Top S&P 500 CEOs weigh in on Trump's effect on business and the economy


U.S. President Donald Trump
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Donald Trump has set the corporate world abuzz. Some companies fear his tweets. Others gleefully anticipate his proposed tax cuts. All of them, it seems, are anxiously waiting to see how the Trump Era affects their bottom lines.

CEOs speak out after meeting with President Trump

To find out about executives' fears and hopes, CNBC reviewed every instance where S&P 500 executives mentioned Trump by name in this quarter's corporate earnings calls — the teleconferences where execs field questions from analysts or reporters. Here are nine especially revealing quotes:

Stephen Alan Wynn, CEO of Wynn Resorts

"Several of us in our business were sitting within 30 feet of President Trump when he took his oath of office on the platform last Friday. We all believe, and I mean all of us, that the most overwhelmingly important event geopolitically for the next 50 years is liaison, a constructive liaison between the People's Republic of China and the United States of America. That truth is undeniable. That dynamic is unquestioned."

Marillyn A. Hewson, CEO of Lockheed Martin

"Basically, President Trump recognizes that the F-35 is a very large program, it's the largest program in the Department of Defense. He wants to make sure... that the American taxpayer is getting the lowest possible cost on the program. And we understand his concerns about affordability, we certainly share that ... And it's not about slashing our profit, it's not about our margins when we have those discussions, it's about how do we get the cost of the aircraft down today and in the future.

Gregory J. Hayes, CEO of United Technologies

"Well, first of all, we've obviously been following the Trump administration closely in terms of what you're talking about on tax reform. And it looks like we're going to ... lower the top rate to somewhere around 20 percent, eliminate the deductibility of interest but also provide for immediate expensing of capital. Also provide for a territorial system which is really good news for us because, as you know, we've got about $6 billion in cash sitting overseas that we can bring back to the U.S. very cost-effectively."

Dennis A. Muilenburg, CEO of Boeing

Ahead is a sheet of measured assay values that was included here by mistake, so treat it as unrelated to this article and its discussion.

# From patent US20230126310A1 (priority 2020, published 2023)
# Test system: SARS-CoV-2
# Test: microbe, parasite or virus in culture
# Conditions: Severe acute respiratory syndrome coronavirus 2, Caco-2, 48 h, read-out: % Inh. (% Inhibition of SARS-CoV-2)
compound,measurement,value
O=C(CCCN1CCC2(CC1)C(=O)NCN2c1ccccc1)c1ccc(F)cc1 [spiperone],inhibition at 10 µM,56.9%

"President Trump's clearly very focused on enacting policies that will grow the U.S. economy and grow American jobs, and we're very supportive of that. So I'm encouraged by his engagement. His approach to engaging business, having an open dialogue, discussing the issues, finding solutions, finding ways to grow U.S. manufacturing jobs I think are all very positive. And that engagement is a productive approach. We welcome it. We've got a voice at the table."

Nicholas K. Akins, CEO of American Electric Power

"President Trump's focus of enhancing the ability for manufacturing industries to thrive and produce jobs, well, that's AEP's service territory. His focus on a balanced portfolio of energy resources, including fossil fuels, that's also AEP's service territory. So as I said before the election, whether focused on the Clean Power Plan as in Hillary Clinton's proposals or President Trump's proposals, AEP should prosper..."

John S. Watson, CEO of Chevron

"First, in an overall sense, I've been very pleased with the agenda that the Trump administration has. We have seen an avalanche of regulation over the last decade, and putting a much more balanced cost/benefit framework in place to assess the value of those regulations, freeing up infrastructure pipelines, all of that is quite positive for our business, for the country, job creation, and a lot of things. So that is very much a positive."

John J. Ferriola, CEO of Nucor

We are "very encouraged by their discussion about a strong infrastructure bill. Both President Trump and (Democratic) Senator (Sherrod) Brown are speaking about something significant in the neighborhood of about $1 trillion dollars over the next 10 years. That has a significant impact on steel consumption."

Terrence A. Duffy, President of CME Group

I also think what's interesting for 2017 is ... some of the European elections that we're going to see in 2017. As you know, we get a tremendous amount of revenue coming out of Europe. And that is something that, with the elections coming up, I believe in Germany and France this year both, it could be another volatile situation. I'm not saying it's going to be the same as when President Trump was elected, but that's something that we could look at. So I think geopolitical volatility could be definitely in the mix..."

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Correction: An earlier version of this story erroneously attributed a quote to the CEO of Boston Properties.